Hello Sailor's time in the sun saw them spending time in Ponsonby, LA and Sydney, becoming a legendary live act, and releasing an iconic debut album. This collection features documentary Sailor's Voyage, founder member Harry Lyon's account of the birth of the band, and tracks from Hello Sailor, both together and apart. Some of the solo songs were incorporated into the group's live set after they reunited. Included are 'Blue Lady', 'New Tattoo' and 'Gutter Black’, later reborn on TV's Outrageous Fortune.
Sailor's Voyage charts the journey of Hello Sailor, the band that ripped up a storm live, made landings in the USA, ran aground and fell apart, then drifted back together again. Interviews with Graham Brazier, Dave McArtney, Harry Lyon and co reveal how the group opened doors for local music, and helped establish a New Zealand touring circuit. Manager David Gapes recalls attempts to get a US record deal, before the cash ran out; the legend of Brazier being asked to join The Doors is explained. The archive footage includes a performance with Doors member Ray Manzarek.
A key link in persuading New Zealanders that local music could be as exciting as anything from overseas, Hello Sailor were formed in Ponsonby by Dave McArtney, Graham Brazier and Harry Lyon in 1975. The eclectic rockers won a reputation as an arresting live act, in a scene dominated by covers bands and disco. Their 1977 debut was the first album of original Kiwi music to go gold. After time in the US they disbanded in 1980, but reunions and further albums followed; a new generation was introduced to their music via TV series Outrageous Fortune. McArtney died 15 April 2013; Brazier on 5 September 2015.
As a showcase history of Christchurch on screen this collection is backwards looking; but the devastation caused by the earthquakes gives it much more than nostalgic poignancy. As Russell Brown reflects in his introduction, the clips are mementos from, "a place whose face has changed". They testify to the buildings, culture and life of a city now lost, but sure to rise.
This collection rounds up almost every music video for a number one hit by a Kiwi artist; everything from ballads to hip hop to glam rock. Press on the images below to find the hits for each decade — plus try this backgrounder by Michael Higgins, whose high speed history of local hits touches on the sometimes questionable ways past charts were created.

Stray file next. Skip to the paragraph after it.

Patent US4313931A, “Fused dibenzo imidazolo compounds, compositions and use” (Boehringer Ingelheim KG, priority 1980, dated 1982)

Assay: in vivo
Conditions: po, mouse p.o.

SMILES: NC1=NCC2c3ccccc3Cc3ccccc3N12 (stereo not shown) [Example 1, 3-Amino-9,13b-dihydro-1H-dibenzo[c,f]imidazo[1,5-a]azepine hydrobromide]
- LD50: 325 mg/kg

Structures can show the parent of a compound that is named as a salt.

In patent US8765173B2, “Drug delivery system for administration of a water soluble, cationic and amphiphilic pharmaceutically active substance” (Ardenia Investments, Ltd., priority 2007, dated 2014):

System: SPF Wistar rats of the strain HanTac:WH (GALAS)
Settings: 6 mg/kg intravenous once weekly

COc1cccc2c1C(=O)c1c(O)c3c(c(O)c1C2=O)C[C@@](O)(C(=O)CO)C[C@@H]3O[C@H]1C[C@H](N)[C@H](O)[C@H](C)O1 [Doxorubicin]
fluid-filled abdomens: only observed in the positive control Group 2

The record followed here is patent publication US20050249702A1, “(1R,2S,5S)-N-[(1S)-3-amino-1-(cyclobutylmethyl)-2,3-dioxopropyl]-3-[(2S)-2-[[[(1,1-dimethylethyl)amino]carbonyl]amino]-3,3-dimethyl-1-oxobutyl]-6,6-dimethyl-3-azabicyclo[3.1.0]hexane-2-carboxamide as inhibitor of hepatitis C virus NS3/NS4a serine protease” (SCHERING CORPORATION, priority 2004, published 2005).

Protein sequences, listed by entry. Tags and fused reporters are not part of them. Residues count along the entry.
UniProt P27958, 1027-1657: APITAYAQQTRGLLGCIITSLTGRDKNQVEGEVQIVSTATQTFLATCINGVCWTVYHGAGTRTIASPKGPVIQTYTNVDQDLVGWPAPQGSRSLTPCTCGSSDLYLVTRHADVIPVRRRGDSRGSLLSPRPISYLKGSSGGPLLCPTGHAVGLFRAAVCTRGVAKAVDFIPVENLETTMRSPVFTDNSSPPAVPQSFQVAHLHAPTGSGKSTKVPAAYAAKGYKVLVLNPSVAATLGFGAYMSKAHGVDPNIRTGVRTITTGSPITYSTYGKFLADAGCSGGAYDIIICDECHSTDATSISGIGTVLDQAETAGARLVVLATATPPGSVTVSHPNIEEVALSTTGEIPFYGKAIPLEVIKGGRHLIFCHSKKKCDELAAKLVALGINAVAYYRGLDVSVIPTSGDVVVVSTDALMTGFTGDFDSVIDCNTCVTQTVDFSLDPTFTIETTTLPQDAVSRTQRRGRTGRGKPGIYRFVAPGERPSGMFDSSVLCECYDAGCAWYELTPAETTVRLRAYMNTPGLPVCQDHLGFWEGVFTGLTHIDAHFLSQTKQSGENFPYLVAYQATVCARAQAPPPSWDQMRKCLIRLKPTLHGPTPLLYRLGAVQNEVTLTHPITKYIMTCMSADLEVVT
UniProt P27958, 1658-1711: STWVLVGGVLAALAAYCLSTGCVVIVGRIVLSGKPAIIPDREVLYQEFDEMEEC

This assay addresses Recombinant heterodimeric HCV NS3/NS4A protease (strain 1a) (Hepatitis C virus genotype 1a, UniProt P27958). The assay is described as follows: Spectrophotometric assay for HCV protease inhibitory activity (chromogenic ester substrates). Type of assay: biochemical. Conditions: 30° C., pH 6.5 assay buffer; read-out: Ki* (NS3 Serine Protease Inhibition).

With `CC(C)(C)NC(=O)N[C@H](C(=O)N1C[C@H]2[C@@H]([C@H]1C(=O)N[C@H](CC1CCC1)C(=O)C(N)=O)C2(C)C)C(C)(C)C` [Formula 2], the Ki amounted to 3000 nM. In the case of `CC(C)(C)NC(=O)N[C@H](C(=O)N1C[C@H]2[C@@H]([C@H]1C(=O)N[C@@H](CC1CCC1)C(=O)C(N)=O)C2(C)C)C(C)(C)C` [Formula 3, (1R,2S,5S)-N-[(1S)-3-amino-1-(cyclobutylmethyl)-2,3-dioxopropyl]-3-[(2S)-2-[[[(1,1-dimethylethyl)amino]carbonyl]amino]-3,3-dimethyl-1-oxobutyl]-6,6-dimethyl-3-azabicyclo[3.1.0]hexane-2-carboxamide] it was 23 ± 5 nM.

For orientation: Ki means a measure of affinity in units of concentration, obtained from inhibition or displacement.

More than 100,000 New Zealanders served overseas in World War l. Over 18,000 died; at least 40,000 more were wounded. Campaigns involving Kiwis, from Gallipoli to the Western Front, were identity-forming, and the war's effects on society were deep. The World War l Collection is an evolving onscreen remembrance. Military expert Chris Pugsley writes about the collection here.
NZ On Screen’s Top 10 most viewed titles of 2015 features two All Blacks, a pair of animated favourites, a number of guitars, the debut episode of Outrageous Fortune, and a documentary about moko. Check out the top 10 list below, and find out more about the top 10 here.
The first season of Westside continued a grand tradition, one that began on parent show Outrageous Fortune: laying classic Kiwi tunes, where appropriate, into the mix. Later seasons of the crime and family prequel have offered more Kiwi gold. From Mr Lee Grant in a flashback to the 60s, to Split Enz and Hello Sailor, this collection shines the spotlight on an impressive parade of Kiwi songs — in order of their first appearance on the show.
“I’m as blue as a new tattoo...since I lost you” sings Graham Brazier on this first single from Hello Sailor’s 1994 comeback The Album. Loss is leavened by the harmonica and guitar of the band’s energetic brand of pub rock. In the black and white music video they cruise around in a Chevrolet, intercut with Auckland street scenes and a young woman in a leather bustier walking her dog. ‘New Tattoo’ peaked at five in October 1994, the band's highest chart placing. In a 2013 AudioCulture profile, Murray Cammick rated it "a strong addition" to the Hello Sailor canon.
'Lyin' in the Sand' closed Hello Sailor's self-titled debut album in 1977, the song's languid South Seas vibe providing respite after 'Gutter Black' and various guitars. Inspired by a spontaneous South Pacific parody from vocalist Graham Brazier one night, it was written by guitarist Harry Lyon after observing how Takapuna's smart set took their beach for granted. TVNZ filmed the band playing live in a Christchurch studio in 1978, just before the band set off to try to make it in LA. Lyon sings, so Brazier is absent; drummer Ricky Ball's hula confirms that the band’s tongue was in its chic.